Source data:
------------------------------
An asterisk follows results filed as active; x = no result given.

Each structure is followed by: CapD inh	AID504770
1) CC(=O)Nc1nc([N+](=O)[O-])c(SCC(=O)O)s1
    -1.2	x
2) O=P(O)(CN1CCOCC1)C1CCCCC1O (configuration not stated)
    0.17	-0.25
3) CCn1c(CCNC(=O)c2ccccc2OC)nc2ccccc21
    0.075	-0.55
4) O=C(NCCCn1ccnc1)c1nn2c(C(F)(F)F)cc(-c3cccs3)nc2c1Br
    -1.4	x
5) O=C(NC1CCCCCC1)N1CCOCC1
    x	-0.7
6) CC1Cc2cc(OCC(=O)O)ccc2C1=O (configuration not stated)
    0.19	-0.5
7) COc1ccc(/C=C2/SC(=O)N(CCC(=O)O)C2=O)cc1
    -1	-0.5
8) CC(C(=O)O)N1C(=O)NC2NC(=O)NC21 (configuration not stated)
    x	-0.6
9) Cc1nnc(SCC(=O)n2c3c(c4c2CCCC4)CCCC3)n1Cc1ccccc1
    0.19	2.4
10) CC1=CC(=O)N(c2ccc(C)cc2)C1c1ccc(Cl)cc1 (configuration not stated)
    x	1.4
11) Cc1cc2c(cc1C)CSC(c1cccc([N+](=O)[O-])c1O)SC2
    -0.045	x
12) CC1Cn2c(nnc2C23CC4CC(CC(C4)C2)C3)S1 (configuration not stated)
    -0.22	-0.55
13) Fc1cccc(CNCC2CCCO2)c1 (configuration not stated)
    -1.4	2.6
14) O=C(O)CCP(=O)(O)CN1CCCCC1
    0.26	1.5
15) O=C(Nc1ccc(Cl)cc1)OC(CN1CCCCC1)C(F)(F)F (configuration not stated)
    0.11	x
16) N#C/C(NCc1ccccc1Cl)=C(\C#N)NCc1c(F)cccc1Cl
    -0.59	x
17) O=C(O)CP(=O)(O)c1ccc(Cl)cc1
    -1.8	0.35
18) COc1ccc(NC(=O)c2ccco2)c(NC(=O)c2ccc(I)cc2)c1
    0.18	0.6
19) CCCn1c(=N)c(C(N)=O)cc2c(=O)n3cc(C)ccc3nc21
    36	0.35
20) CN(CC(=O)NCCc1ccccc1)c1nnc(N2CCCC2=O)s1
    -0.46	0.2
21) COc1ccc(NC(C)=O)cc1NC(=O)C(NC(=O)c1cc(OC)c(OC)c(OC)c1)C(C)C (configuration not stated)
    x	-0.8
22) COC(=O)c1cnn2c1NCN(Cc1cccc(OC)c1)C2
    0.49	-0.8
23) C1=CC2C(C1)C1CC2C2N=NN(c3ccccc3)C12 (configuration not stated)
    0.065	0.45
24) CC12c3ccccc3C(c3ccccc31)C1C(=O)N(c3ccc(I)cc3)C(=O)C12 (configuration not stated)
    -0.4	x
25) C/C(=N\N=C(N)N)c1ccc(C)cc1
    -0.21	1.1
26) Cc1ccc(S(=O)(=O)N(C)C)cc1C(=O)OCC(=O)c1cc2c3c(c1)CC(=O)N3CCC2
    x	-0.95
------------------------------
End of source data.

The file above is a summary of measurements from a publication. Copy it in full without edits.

An asterisk follows results filed as active; x = no result given.

Each structure is followed by: CapD inh	AID504770
1) CC(=O)Nc1nc([N+](=O)[O-])c(SCC(=O)O)s1
    -1.2	x
2) O=P(O)(CN1CCOCC1)C1CCCCC1O (configuration not stated)
    0.17	-0.25
3) CCn1c(CCNC(=O)c2ccccc2OC)nc2ccccc21
    0.075	-0.55
4) O=C(NCCCn1ccnc1)c1nn2c(C(F)(F)F)cc(-c3cccs3)nc2c1Br
    -1.4	x
5) O=C(NC1CCCCCC1)N1CCOCC1
    x	-0.7
6) CC1Cc2cc(OCC(=O)O)ccc2C1=O (configuration not stated)
    0.19	-0.5
7) COc1ccc(/C=C2/SC(=O)N(CCC(=O)O)C2=O)cc1
    -1	-0.5
8) CC(C(=O)O)N1C(=O)NC2NC(=O)NC21 (configuration not stated)
    x	-0.6
9) Cc1nnc(SCC(=O)n2c3c(c4c2CCCC4)CCCC3)n1Cc1ccccc1
    0.19	2.4
10) CC1=CC(=O)N(c2ccc(C)cc2)C1c1ccc(Cl)cc1 (configuration not stated)
    x	1.4
11) Cc1cc2c(cc1C)CSC(c1cccc([N+](=O)[O-])c1O)SC2
    -0.045	x
12) CC1Cn2c(nnc2C23CC4CC(CC(C4)C2)C3)S1 (configuration not stated)
    -0.22	-0.55
13) Fc1cccc(CNCC2CCCO2)c1 (configuration not stated)
    -1.4	2.6
14) O=C(O)CCP(=O)(O)CN1CCCCC1
    0.26	1.5
15) O=C(Nc1ccc(Cl)cc1)OC(CN1CCCCC1)C(F)(F)F (configuration not stated)
    0.11	x
16) N#C/C(NCc1ccccc1Cl)=C(\C#N)NCc1c(F)cccc1Cl
    -0.59	x
17) O=C(O)CP(=O)(O)c1ccc(Cl)cc1
    -1.8	0.35
18) COc1ccc(NC(=O)c2ccco2)c(NC(=O)c2ccc(I)cc2)c1
    0.18	0.6
19) CCCn1c(=N)c(C(N)=O)cc2c(=O)n3cc(C)ccc3nc21
    36	0.35
20) CN(CC(=O)NCCc1ccccc1)c1nnc(N2CCCC2=O)s1
    -0.46	0.2
21) COc1ccc(NC(C)=O)cc1NC(=O)C(NC(=O)c1cc(OC)c(OC)c(OC)c1)C(C)C (configuration not stated)
    x	-0.8
22) COC(=O)c1cnn2c1NCN(Cc1cccc(OC)c1)C2
    0.49	-0.8
23) C1=CC2C(C1)C1CC2C2N=NN(c3ccccc3)C12 (configuration not stated)
    0.065	0.45
24) CC12c3ccccc3C(c3ccccc31)C1C(=O)N(c3ccc(I)cc3)C(=O)C12 (configuration not stated)
    -0.4	x
25) C/C(=N\N=C(N)N)c1ccc(C)cc1
    -0.21	1.1
26) Cc1ccc(S(=O)(=O)N(C)C)cc1C(=O)OCC(=O)c1cc2c3c(c1)CC(=O)N3CCC2
    x	-0.95